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At a commoners' meeting, held December 29, 1712, it was voted that Ephraim Marston should "have half a quarter of an acre of land by the fort in the swamp to set a malt-house on," and to enjoy the same as long as he should improve it in making malt for the people of the town, but the land should revert to the town whenever Marston or his heirs should cease to use it for the purpose for which it was granted.

This vote suggests a custom long prevalent here, and in other parts of New England, that of malting barley, and brewing beer to be used as a common beverage among the people. So accustomed were they to the use of this drink, that it was regarded as indispensable to their comfort. We have not now any means of ascertaining the quantity used in the town yearly, but, evidently, it was somewhat large. It was considered of so much importance, that the town and Rev. John Cotton in agreeing upon the terms of his settlement as the minister of the town, in 1696, stipulated at what price per bushel malt should be received by him in part payment of his salary.


Another vote of the commoners brings to light one of the expedients sometimes resorted to for obtaining grants of land, and other privileges. The usual course in making grants was to have the subject brought before some public town or commoners' meeting, and there freely discussed before any vote had been taken. In this way the people were prepared to act understandingly. In come cases, however, individuals who were anxious to obtain a mill-privilege, or a particular tract of land, prepared a petition, and carried it from house to house, to procure signatures privately. In some instances persons were induced to sign it through ignorance of the value of the grant sought, who, after a public discussion, would have given their votes against the grants.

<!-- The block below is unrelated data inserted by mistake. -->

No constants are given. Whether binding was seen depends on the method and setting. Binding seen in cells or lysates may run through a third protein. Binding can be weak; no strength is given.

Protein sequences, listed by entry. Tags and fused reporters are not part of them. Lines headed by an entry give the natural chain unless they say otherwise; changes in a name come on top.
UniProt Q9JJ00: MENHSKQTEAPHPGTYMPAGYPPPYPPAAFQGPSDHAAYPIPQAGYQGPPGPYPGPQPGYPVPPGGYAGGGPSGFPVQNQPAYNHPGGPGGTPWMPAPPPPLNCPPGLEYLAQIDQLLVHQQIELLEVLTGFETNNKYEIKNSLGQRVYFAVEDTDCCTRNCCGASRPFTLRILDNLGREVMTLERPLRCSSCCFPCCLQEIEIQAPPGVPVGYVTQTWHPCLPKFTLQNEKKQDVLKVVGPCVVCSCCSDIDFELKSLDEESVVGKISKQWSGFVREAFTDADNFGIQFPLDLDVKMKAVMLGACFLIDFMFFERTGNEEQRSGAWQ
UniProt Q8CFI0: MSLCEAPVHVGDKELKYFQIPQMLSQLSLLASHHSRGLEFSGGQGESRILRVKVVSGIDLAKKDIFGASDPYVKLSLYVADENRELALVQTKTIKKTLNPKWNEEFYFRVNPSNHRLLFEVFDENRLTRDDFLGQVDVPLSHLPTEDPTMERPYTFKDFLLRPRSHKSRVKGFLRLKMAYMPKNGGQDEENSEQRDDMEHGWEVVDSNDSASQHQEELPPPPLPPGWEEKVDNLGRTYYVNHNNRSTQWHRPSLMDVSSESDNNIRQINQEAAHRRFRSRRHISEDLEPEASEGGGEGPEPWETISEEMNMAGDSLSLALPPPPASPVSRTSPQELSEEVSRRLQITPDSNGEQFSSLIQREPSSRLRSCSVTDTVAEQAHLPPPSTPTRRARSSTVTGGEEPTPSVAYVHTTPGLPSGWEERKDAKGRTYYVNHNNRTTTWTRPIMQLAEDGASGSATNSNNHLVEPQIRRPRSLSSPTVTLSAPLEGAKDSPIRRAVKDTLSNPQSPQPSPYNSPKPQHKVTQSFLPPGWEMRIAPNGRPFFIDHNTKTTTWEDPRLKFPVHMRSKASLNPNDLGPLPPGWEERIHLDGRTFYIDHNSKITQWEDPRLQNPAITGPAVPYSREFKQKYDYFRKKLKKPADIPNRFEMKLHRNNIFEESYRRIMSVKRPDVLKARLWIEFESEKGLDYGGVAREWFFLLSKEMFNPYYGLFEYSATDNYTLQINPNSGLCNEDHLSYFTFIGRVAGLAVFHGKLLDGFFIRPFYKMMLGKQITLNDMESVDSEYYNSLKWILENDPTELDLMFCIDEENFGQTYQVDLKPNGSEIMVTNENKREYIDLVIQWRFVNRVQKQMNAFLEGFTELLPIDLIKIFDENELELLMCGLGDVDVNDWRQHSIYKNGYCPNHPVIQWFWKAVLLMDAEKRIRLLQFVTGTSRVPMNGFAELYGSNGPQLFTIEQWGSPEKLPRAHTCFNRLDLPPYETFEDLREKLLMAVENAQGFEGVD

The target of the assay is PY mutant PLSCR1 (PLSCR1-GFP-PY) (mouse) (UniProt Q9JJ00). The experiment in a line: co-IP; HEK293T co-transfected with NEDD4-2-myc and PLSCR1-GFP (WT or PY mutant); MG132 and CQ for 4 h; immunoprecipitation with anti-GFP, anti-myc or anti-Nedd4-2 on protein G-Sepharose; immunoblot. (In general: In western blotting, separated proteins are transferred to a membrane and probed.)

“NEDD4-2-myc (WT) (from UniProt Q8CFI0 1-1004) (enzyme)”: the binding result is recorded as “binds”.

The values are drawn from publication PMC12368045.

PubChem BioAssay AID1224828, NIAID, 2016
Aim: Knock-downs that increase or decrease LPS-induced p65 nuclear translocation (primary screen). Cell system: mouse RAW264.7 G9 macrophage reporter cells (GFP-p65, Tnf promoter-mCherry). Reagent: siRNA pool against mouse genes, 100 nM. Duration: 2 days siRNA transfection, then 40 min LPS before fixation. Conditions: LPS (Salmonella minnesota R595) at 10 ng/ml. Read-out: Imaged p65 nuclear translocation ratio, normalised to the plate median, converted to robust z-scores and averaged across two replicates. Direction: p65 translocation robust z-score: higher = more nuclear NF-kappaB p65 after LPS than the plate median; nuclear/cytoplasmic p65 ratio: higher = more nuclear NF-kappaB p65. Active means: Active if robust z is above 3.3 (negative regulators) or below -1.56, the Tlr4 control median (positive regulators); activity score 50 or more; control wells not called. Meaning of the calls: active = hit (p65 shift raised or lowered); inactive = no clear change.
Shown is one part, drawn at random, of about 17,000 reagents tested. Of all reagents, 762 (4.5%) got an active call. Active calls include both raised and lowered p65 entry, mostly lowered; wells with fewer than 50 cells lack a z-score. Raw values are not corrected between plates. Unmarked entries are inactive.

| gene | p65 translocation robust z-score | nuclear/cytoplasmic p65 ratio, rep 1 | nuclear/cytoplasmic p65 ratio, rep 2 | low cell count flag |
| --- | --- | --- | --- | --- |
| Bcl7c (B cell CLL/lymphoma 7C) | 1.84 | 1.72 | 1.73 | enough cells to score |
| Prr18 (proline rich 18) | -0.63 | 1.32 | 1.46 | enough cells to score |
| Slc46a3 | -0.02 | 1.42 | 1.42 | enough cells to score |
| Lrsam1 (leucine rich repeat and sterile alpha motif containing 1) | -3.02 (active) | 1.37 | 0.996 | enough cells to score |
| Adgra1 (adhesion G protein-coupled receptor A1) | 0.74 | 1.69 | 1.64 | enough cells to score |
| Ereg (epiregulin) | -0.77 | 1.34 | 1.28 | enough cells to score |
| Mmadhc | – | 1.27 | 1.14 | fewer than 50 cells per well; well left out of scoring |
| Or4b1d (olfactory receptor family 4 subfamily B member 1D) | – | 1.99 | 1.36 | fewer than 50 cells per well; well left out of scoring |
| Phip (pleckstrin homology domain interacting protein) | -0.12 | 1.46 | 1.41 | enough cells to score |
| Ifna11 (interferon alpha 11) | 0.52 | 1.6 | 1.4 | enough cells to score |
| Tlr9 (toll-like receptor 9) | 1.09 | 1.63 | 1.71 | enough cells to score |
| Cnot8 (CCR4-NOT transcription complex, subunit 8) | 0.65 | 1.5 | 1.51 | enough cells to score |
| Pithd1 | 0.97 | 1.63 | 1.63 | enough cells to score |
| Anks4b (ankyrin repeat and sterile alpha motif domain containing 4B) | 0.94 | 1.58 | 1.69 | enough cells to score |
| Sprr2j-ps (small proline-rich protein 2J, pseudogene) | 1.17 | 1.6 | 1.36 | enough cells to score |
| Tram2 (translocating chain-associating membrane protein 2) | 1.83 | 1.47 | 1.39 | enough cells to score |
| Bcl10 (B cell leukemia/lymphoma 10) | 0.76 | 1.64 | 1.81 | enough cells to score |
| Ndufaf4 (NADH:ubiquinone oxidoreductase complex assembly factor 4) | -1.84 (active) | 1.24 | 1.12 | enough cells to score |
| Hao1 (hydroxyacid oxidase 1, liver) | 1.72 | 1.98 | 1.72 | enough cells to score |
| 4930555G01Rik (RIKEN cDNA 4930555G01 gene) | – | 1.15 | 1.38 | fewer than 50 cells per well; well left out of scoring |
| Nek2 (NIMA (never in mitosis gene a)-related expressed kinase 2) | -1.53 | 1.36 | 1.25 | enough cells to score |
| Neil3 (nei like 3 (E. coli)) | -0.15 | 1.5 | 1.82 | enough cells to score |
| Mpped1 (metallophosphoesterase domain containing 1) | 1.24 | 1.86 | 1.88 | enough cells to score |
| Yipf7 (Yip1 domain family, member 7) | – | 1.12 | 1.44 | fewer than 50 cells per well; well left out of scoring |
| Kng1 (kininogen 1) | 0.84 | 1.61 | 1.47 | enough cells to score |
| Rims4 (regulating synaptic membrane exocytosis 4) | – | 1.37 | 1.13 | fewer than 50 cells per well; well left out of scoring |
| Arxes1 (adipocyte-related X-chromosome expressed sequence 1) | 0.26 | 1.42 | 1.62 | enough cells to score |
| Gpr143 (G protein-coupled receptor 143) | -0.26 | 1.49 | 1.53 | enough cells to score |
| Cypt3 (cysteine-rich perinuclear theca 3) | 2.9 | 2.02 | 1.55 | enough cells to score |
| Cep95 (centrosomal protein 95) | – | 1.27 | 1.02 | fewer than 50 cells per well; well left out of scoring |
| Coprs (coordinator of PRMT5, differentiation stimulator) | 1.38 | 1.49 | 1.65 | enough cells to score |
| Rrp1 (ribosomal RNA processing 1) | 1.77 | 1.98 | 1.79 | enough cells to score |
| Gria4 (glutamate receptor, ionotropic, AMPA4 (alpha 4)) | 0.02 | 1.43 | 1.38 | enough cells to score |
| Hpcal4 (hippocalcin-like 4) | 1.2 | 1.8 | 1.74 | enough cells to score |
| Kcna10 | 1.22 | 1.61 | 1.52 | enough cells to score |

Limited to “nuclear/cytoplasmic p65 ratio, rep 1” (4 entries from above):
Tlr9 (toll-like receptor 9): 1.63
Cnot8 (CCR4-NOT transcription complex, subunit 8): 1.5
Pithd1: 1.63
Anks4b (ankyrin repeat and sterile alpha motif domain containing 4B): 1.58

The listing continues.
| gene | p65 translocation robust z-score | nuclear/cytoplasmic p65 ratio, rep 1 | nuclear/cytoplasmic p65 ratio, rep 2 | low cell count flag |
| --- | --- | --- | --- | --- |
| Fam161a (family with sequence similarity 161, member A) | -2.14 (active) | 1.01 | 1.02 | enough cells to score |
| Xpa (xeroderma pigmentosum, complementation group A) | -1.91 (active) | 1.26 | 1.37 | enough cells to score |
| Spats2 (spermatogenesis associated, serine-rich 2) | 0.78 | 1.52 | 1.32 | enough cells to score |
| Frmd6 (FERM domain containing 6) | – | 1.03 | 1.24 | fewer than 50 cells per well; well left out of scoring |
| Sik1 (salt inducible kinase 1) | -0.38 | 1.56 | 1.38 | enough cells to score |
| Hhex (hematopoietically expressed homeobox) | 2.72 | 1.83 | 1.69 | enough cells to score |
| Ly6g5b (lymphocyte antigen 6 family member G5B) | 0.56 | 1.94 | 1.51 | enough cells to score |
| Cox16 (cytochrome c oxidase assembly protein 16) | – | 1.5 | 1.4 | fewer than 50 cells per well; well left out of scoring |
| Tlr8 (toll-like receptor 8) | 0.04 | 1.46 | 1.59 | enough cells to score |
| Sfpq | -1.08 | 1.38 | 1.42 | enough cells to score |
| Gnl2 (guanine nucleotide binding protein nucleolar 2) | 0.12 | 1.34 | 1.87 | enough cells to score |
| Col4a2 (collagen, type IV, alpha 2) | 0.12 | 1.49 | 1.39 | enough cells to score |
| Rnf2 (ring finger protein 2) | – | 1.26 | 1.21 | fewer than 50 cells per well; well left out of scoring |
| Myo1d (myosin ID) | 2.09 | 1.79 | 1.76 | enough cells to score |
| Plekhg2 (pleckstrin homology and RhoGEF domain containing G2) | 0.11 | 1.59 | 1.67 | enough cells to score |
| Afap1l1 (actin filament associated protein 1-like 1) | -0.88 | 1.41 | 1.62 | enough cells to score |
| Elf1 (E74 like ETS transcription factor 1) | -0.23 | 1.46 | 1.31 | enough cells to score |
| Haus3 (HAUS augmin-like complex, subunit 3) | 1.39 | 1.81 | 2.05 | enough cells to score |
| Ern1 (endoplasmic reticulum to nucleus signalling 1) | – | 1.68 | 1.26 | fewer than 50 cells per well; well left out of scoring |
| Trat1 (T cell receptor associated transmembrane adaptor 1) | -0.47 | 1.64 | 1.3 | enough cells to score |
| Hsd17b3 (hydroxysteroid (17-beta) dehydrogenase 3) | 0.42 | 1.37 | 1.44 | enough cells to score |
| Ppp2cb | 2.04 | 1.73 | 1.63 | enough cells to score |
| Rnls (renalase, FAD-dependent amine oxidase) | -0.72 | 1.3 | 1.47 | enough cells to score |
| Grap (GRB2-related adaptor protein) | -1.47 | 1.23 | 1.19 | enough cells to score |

To prevent abuses of this kind, the commoners made it a penal offence for any person to carry about a petition, or endeavor to persuade any man to sign one, in favor of granting any common land, stream, or other appurtenance belongs to the common land, otherwise than in a public meeting -- the fine for each offence being 20s. to be paid to the selectmen for the use of the poor. They also ordered that every person that should sign such a petition, should pay a fine of 2s. 6d., to be applied to the same use.

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